We sincerely apologize that the feature of recovering a Team or a channel is not available at the moment. As the Microsoft Teams is still in the preview and many features still need development, could you please submit a feedback to our Office 365 product team by this link ( to help them improve this function? You opinion will be much appreciated.

Delete a Team:


Delete a channel:


Access files of the deleted channel by clicking this Team and click ‘Open in SharePoint’ :



Ok, if you are an IT admin responsible for managing the things Microsoft Teams creates then you are going to need to backup the Site Collection information and the Team mailbox using conventional tools that are readily available if required. However, it seems there really isn’t a current way to back up things like Planner plans, chats, channels, etc. Hopefully, we will see this option soon for Microsoft Teams.

The recovery of an Office 365 Group (which is the product Teams is built on) is on the roadmap:

and if you want to vote up this as a priority visit:

Another thing to consider is that when it comes to Teams, out of the box, there are only two levels of permissions, Admins and Members.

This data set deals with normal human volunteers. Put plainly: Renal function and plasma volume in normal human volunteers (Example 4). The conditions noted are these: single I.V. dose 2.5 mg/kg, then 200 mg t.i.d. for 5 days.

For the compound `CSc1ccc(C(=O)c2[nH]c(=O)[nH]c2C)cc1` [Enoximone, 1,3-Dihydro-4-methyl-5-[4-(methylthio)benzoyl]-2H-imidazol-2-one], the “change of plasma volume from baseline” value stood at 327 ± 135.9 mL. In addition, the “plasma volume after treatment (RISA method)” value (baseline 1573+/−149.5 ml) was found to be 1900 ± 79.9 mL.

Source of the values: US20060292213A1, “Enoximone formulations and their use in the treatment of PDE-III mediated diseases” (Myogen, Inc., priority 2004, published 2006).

However, when you take a look at the Team Site Collection that the Microsoft Team created you’ll find everyone as a Member of the Microsoft Team Site Collection as shown above (they are part of the team name security group created when the Microsoft Team was created). However, you’ll also see that Everyone except external users is also a member. This occurs when you create a ‘public’ Microsoft Team. So this means, that even if people aren’t members of the Microsoft Team they still get access to the Site Collection created by a ‘public’ Microsoft Team.


For Microsoft Teams created as ‘private’ you see that only people in that Microsoft Team are made members of the new Microsoft Team Site Collection.

Using a ‘public’ Microsoft Team could be problem if you wanted to create an area that was designed to be restricted to say just the Executive level to discuss something confidential. A non-Team member who can work out the URL of the Site Collection could navigate there and have access (again, provided the Microsoft Team was created as ‘public’).


Remember, Members get Edit permissions by default. Edit permissions include the ability to DELETE!